Chinese capital injection into progressive Argyle meats business

Jon Condon, 01/08/2017

PROGRESSIVE NSW branded beef and lamb supply chain, Argyle Foods Group says it has secured a large capital injection from a Hong Kong company to be used in part to finance the development of a large further-processing facility in China.

Hong Kong-listed company DCH (Dah Chong Hong Holdings) has reached agreement with Argyle’s Australian owners Lachlan and Bryce Graham, who manage the business, and Dick Honan’s Manildra Group.

An Argyle spokesperson told Beef Central this morning that the Chinese investor, a division of China’s largest conglomerate, CITIC, would take a ‘large minority stake’ in the Argyle business. The transaction is said to be worth about $20 million, and has already received Foreign Investment Review Board approval, the spokesperson said.

DCH is described as a large importer/distributor of food, healthcare and other products in the China and Hong Kong markets. Argyle has previously done business with the company.

Some of the funds raised will be used to develop a further-processing and distribution facility in China, preparing retail-ready chilled products using boxed meat and quarter beef from Argyle’s Australian supply chain, for sale into Chinese supermarkets.

Since January the business has had its service kill and boning done at the export-licensed Northern Cooperative Meat Co at Casino in northern NSW. The company further-processes and packages out of its facility at Nowra.

The Graham Brothers are the fourth generation of the family to operate the Argyle Meats business. The company has developed six brands, including Argyle and Argyle Signature, Eight Mile, Diamond G, Two Farms, the Heathy Farmer and Kobayashi to cover its grain, grassfed and natural segments.

Argyle says it has a branded presence in 800 retail stores in Australia and 1200 stores in Hong Kong, Macao, Singapore, Taiwan, Cambodia and Korea via its Argyle Export business based in Hong Kong. Expansion into mainland China started in March this year.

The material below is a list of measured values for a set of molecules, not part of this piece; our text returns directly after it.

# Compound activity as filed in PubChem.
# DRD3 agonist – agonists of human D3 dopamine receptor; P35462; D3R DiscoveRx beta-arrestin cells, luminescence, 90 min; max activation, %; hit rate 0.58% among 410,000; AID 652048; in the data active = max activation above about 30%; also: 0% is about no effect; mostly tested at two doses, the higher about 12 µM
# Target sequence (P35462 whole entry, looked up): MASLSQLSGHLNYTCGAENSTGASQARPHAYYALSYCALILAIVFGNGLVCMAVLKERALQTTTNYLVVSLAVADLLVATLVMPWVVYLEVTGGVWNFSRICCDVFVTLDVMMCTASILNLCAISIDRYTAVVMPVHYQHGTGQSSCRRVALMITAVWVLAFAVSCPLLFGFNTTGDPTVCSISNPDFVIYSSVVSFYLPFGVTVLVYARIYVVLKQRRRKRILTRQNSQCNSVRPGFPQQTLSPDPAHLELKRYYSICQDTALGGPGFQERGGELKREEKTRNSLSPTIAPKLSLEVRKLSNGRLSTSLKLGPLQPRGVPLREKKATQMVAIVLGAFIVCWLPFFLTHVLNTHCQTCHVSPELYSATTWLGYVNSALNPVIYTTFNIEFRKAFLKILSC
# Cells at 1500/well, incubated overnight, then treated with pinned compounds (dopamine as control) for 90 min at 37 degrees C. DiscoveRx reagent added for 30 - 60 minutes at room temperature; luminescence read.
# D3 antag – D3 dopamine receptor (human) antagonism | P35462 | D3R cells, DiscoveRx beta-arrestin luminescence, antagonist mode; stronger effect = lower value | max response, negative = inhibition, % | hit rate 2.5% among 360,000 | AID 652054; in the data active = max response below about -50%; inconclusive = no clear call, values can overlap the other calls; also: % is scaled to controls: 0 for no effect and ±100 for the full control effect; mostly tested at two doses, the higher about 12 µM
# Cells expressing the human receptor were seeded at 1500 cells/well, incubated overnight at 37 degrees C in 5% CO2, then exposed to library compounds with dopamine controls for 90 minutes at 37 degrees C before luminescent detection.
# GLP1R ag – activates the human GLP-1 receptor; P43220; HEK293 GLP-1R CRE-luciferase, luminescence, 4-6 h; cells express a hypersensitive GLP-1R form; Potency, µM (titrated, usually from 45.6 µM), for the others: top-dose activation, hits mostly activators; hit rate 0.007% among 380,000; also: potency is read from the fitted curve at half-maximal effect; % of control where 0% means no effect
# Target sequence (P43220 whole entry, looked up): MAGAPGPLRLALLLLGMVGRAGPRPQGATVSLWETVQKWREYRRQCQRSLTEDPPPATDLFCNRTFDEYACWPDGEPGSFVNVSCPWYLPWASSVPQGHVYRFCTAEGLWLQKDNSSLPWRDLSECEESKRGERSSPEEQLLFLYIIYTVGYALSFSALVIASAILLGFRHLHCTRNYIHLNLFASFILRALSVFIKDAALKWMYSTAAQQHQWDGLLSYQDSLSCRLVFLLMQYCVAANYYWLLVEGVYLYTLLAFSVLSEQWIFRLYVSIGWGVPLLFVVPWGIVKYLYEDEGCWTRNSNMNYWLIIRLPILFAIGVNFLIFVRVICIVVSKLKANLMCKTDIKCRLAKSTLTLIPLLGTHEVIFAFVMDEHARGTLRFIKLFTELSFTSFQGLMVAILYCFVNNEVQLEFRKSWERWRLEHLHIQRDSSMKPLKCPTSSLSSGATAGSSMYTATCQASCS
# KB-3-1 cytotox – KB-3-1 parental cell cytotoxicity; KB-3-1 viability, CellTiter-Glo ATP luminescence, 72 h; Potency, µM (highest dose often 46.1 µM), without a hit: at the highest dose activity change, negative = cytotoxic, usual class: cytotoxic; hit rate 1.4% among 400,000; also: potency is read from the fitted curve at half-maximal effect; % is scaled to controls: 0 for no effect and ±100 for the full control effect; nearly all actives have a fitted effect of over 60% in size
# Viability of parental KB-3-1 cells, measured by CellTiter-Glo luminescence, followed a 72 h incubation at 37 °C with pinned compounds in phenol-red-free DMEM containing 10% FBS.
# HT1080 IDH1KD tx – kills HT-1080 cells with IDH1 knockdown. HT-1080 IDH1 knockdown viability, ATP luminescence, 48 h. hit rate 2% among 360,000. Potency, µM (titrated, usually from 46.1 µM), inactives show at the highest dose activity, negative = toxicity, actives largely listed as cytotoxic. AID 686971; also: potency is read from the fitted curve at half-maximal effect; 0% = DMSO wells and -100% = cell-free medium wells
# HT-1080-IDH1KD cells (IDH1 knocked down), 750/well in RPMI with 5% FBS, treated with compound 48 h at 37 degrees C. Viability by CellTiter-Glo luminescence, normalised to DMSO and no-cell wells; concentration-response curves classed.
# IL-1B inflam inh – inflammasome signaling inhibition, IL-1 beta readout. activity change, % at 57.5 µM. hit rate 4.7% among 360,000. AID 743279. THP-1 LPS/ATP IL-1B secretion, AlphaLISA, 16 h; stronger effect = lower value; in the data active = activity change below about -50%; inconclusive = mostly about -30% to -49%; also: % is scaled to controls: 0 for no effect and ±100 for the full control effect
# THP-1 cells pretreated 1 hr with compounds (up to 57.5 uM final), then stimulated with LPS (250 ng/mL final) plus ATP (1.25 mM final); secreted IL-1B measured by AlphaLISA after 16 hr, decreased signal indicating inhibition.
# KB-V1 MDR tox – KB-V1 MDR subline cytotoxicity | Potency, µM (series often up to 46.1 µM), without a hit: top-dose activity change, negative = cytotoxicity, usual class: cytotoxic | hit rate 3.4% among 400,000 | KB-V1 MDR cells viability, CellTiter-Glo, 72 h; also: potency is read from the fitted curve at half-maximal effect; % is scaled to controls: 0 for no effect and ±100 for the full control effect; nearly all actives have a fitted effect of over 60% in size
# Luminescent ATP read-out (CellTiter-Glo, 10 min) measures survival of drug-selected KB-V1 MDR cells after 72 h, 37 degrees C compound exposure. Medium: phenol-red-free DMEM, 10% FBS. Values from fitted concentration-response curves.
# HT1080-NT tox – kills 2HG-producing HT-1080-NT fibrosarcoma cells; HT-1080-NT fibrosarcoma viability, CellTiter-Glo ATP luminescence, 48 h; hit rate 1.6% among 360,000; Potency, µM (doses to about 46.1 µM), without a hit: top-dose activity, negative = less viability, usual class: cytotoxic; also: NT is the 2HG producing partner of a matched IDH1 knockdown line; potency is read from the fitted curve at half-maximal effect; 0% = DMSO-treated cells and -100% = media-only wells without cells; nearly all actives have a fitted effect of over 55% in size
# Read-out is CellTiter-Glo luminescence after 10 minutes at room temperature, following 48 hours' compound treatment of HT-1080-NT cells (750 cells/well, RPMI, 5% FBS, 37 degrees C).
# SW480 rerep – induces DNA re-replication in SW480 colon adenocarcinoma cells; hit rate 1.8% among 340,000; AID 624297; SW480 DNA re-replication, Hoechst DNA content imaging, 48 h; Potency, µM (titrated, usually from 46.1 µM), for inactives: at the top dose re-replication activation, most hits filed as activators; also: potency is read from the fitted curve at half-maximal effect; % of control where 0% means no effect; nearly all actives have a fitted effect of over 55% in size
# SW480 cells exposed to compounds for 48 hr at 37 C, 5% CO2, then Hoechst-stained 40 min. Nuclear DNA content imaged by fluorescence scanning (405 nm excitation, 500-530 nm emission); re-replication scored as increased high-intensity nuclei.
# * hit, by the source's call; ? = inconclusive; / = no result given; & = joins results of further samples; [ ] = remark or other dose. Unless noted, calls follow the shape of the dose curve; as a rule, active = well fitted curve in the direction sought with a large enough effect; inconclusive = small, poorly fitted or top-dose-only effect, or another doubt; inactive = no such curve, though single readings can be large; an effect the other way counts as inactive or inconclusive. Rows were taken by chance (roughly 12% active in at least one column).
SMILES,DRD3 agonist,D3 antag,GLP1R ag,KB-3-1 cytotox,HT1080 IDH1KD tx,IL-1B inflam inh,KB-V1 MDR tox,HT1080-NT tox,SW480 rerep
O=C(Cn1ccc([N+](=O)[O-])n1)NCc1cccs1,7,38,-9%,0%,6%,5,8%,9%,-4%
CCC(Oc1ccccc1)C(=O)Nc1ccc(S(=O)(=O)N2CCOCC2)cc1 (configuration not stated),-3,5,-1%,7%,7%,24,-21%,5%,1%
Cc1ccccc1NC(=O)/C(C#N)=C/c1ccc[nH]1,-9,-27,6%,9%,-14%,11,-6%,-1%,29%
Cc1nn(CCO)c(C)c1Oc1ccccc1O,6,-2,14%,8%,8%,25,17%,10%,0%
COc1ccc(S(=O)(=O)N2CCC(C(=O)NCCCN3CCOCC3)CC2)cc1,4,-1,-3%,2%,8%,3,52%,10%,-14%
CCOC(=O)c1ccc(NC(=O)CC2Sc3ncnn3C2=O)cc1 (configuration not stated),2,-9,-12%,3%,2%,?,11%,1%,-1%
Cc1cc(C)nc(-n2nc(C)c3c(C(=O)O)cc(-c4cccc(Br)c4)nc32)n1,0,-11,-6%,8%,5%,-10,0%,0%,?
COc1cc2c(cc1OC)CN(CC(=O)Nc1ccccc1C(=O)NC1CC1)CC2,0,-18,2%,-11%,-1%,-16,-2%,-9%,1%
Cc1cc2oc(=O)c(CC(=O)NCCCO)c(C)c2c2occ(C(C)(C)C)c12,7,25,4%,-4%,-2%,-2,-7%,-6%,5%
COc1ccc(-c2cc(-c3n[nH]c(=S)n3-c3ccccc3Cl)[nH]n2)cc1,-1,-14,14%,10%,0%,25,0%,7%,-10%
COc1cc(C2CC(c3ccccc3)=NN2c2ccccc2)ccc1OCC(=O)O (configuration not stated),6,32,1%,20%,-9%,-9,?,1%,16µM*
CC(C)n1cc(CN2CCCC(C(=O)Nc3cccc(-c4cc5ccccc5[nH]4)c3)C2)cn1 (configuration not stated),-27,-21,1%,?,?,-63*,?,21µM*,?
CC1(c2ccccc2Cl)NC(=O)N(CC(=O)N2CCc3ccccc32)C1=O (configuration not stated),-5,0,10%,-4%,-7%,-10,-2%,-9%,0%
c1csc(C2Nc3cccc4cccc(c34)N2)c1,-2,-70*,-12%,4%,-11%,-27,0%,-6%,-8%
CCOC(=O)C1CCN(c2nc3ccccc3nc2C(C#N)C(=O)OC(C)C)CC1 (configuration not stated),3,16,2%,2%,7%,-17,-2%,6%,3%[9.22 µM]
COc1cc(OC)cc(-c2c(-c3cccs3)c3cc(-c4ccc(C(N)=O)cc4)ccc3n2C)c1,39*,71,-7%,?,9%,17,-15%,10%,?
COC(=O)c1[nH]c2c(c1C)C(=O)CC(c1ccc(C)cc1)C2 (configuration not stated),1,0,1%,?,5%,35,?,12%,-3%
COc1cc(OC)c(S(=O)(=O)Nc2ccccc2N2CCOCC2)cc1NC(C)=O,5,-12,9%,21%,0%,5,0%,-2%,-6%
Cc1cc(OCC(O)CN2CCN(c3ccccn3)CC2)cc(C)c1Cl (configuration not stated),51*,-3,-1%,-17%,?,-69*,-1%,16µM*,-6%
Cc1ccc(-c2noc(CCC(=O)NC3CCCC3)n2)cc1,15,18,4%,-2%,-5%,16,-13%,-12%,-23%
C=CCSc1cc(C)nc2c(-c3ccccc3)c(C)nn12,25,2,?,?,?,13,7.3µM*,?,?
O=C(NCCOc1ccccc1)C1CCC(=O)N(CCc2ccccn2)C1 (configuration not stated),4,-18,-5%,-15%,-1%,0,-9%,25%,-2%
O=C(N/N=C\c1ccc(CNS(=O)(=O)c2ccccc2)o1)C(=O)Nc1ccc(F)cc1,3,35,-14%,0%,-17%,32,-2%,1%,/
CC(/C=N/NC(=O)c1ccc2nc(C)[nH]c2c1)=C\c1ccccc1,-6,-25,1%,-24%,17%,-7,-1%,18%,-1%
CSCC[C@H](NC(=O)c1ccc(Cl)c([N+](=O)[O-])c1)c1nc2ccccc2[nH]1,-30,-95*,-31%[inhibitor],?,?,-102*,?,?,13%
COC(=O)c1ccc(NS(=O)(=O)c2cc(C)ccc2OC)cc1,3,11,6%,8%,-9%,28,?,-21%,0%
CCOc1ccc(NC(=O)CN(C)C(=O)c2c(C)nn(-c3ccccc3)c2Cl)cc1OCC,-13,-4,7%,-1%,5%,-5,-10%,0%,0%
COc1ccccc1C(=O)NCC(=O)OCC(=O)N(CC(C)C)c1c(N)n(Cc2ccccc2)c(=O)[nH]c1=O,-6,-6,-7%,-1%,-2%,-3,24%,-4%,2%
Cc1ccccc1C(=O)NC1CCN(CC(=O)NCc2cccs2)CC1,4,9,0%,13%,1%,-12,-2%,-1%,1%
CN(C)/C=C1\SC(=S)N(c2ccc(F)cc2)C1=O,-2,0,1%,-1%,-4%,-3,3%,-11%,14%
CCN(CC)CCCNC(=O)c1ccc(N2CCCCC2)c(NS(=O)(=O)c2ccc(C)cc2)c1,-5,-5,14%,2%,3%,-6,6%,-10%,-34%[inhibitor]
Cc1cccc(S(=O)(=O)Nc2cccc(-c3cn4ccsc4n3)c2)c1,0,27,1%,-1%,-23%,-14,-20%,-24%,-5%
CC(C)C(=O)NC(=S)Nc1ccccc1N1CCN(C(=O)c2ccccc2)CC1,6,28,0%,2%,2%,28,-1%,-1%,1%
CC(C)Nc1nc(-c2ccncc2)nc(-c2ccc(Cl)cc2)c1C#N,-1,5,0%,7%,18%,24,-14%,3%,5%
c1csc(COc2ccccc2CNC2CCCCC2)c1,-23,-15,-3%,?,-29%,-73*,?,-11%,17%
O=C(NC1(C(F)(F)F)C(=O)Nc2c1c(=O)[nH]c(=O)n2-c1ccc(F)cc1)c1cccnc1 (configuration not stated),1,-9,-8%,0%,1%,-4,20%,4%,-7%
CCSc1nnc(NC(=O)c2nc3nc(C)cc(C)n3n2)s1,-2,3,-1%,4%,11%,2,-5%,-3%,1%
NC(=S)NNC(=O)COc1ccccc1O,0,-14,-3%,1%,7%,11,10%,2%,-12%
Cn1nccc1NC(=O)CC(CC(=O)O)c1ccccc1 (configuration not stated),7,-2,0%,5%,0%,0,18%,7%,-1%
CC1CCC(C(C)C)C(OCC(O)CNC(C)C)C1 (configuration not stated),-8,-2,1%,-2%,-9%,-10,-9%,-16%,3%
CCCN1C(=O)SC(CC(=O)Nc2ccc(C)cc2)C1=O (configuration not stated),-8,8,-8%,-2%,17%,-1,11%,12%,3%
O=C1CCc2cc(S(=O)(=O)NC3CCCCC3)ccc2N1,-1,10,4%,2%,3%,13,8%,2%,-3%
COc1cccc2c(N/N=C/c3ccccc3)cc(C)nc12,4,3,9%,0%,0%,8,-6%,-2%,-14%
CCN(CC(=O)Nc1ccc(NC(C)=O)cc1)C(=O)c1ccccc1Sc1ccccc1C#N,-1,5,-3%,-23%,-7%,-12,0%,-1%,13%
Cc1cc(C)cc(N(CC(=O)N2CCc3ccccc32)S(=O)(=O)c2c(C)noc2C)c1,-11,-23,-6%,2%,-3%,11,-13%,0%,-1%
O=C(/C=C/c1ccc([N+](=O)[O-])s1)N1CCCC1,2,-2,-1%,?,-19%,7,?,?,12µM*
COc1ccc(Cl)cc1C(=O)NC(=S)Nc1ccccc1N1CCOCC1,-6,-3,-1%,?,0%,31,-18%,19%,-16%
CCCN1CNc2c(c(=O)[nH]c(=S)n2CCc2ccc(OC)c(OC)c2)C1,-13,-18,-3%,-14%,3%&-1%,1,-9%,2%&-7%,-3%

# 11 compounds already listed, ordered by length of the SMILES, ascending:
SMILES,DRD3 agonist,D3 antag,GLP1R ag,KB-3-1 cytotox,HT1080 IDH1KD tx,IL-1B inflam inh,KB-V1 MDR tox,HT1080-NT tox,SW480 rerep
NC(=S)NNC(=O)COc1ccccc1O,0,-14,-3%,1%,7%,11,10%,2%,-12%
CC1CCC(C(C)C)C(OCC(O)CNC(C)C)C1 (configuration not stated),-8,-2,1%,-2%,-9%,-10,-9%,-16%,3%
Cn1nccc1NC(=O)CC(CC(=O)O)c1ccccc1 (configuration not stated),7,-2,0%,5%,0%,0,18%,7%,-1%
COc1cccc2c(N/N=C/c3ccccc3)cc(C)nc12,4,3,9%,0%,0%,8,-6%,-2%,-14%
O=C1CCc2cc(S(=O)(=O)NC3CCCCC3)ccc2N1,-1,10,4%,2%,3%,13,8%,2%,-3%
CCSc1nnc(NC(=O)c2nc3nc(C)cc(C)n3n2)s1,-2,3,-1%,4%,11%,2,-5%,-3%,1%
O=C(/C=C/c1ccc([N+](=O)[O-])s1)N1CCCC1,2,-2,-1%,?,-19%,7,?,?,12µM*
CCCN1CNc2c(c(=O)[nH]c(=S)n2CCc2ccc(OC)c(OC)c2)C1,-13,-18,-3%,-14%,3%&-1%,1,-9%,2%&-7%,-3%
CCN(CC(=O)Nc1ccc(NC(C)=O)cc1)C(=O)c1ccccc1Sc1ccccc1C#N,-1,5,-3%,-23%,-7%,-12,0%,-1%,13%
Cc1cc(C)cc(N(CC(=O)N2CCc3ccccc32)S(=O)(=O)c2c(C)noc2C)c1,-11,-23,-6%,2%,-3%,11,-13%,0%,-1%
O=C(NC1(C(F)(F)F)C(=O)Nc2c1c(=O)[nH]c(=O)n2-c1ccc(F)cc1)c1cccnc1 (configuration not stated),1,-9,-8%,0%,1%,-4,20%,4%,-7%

The business had sought investment to integrate, expand and strengthen its operations, a statement said.

“The capital will be used to fully vertically integrate the business from genetics, breeding, finishing and processing through to sales, marketing and distribution,” Argyle said.

“This will allow the Argyle business to respond to increasing demand from Australian and international customers for natural, HGP-free, grassfed meat products.”

The cooperation with DCH would provide Argyle with access to distribution channels throughout Asia (in particular China), through DCHs’ ability to penetrate markets as an established distributor. It would also enhance brand awareness and reputation of the Argyle family of brands in Australia and Asia, the company said.

The new processing and packaging facility in China would provide portioning, packaging and value-added services, expanding the imported premium beef products to both food services and retail channels in Southern and Eastern China.

“With the proposed establishment of the value add processing plant in China, DCH and Argyle are well positioned to expand into Greater China, complementing existing DCH businesses in food processing and distribution while establishing a farm-to-table supply chain.”

Argyle plans to leverage on its latest technology, best practices and highest industry standard of the processing plant in Australia to replicate it in the proposed China processing plant.

Argyle said a collaborative innovation strategic partnership (CISP) with Meat and Livestock Australia would allow it to be at the forefront of food and consumer trends and launch new products into global markets.

While there have been countless deals discussed aligning Australian processing and supply chain business with Chinese investors over the past three years, many have failed to materialise. Just two prominent examples include Bindaree Beef and Churchill abattoirs, which both announced large deals with Chinese investors, neither of which came through.

Much has been written also about the risks of substitution of Australian beef product in the China market, and the Argyle group sees this agreement with its Chinese investor and ‘feet on the ground’ in the Chinese market as providing a strong counter to that, dealing direct with end-customers.




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